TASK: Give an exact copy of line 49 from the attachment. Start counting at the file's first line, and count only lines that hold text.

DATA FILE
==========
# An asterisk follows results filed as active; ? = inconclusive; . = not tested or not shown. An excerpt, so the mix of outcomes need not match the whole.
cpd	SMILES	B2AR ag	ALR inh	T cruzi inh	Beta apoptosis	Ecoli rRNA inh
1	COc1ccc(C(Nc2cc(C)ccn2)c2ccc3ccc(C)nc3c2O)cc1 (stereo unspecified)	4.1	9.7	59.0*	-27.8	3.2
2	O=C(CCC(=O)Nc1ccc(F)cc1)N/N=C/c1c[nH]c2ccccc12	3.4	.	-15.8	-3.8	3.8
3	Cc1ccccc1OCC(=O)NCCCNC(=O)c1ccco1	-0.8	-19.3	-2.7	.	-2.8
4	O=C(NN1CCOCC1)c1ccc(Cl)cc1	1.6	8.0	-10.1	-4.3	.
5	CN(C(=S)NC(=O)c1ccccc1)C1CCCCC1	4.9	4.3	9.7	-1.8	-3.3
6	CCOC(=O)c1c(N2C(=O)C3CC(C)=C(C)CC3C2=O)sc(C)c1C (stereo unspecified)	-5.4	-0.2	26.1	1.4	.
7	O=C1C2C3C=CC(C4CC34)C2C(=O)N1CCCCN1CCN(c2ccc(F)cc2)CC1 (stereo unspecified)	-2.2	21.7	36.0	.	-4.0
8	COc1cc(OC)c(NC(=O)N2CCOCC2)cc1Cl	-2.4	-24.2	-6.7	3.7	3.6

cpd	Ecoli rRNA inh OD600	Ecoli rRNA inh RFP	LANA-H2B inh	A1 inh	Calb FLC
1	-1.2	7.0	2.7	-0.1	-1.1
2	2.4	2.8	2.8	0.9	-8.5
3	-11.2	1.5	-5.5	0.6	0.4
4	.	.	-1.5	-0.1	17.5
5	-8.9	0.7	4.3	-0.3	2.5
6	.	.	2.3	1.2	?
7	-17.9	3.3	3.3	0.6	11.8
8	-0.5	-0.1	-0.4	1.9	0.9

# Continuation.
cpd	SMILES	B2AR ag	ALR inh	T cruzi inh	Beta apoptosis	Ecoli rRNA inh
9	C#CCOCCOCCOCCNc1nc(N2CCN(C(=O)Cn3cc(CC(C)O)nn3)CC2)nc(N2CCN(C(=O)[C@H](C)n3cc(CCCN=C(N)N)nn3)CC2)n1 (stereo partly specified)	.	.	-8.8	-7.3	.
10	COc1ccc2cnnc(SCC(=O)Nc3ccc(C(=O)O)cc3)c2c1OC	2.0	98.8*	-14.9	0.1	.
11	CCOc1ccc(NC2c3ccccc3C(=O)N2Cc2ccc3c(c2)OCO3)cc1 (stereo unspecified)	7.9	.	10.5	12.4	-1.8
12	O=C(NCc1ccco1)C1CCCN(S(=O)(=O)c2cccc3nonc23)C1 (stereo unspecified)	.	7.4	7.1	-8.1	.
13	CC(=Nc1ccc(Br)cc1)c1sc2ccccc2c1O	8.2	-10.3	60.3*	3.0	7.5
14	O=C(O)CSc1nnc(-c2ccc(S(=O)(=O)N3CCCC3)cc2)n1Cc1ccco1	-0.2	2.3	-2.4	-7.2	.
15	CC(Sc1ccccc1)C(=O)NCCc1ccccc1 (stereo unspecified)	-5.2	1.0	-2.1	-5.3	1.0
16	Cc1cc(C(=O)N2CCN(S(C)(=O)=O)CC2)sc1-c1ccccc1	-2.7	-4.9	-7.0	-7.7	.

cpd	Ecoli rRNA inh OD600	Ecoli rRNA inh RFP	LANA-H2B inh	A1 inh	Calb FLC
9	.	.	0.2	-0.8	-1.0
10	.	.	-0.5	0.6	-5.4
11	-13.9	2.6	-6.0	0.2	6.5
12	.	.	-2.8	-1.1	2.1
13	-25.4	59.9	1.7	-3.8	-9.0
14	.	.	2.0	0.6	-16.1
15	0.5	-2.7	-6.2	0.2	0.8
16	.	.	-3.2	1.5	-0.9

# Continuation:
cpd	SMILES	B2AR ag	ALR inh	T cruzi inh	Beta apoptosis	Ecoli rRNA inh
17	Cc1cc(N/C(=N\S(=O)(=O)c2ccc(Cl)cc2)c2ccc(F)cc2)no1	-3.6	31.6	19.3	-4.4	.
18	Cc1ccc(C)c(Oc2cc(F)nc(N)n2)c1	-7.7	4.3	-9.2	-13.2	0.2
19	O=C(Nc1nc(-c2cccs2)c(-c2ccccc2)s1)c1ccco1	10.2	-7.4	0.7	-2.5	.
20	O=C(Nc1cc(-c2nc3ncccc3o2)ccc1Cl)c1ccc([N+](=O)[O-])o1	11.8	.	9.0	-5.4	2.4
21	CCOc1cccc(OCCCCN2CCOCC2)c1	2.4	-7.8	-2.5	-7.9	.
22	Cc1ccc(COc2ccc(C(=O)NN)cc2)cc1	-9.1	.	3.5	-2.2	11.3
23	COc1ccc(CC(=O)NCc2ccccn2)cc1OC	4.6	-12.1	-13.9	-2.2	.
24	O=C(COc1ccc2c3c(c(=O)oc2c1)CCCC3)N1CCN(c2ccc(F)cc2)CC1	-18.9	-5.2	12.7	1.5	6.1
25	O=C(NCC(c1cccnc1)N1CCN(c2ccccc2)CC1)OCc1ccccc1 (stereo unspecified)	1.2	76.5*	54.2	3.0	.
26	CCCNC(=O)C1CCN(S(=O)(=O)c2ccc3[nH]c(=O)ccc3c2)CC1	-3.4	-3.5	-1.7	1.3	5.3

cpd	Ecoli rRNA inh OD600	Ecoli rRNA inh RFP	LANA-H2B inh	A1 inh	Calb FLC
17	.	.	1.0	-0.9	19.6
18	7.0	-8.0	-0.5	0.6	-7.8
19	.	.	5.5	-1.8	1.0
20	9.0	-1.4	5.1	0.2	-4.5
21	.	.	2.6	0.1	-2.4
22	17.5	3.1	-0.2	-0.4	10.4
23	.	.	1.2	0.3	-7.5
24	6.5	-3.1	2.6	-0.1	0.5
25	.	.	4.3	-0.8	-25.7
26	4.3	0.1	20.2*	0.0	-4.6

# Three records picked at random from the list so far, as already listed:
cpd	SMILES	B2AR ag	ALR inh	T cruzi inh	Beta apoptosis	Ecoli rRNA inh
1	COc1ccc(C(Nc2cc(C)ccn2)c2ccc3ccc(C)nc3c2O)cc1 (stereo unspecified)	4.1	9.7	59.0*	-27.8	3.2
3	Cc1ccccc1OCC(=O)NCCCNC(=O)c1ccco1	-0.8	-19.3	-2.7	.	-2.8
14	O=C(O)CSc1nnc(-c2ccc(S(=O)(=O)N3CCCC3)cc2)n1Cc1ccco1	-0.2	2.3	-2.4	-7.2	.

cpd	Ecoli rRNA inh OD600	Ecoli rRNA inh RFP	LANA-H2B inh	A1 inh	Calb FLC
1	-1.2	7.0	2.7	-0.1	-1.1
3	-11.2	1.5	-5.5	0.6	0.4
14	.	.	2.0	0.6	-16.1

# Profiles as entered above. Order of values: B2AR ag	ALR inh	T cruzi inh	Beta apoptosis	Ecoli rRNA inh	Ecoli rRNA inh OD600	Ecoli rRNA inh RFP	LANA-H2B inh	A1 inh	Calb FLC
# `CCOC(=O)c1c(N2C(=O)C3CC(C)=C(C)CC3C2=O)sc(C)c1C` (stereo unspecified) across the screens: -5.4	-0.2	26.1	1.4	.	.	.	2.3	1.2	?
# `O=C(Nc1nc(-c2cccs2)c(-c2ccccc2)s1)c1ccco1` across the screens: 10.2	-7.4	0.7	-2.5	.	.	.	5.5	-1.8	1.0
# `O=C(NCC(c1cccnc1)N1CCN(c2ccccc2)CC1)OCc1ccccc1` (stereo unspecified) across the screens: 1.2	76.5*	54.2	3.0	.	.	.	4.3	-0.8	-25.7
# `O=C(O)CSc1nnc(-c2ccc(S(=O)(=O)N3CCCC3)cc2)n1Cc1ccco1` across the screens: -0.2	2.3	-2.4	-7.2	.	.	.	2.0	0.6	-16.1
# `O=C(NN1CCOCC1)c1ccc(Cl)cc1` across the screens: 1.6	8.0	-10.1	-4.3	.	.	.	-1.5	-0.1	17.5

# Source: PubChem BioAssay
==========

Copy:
25	O=C(NCC(c1cccnc1)N1CCN(c2ccccc2)CC1)OCc1ccccc1 (stereo unspecified)	1.2	76.5*	54.2	3.0	.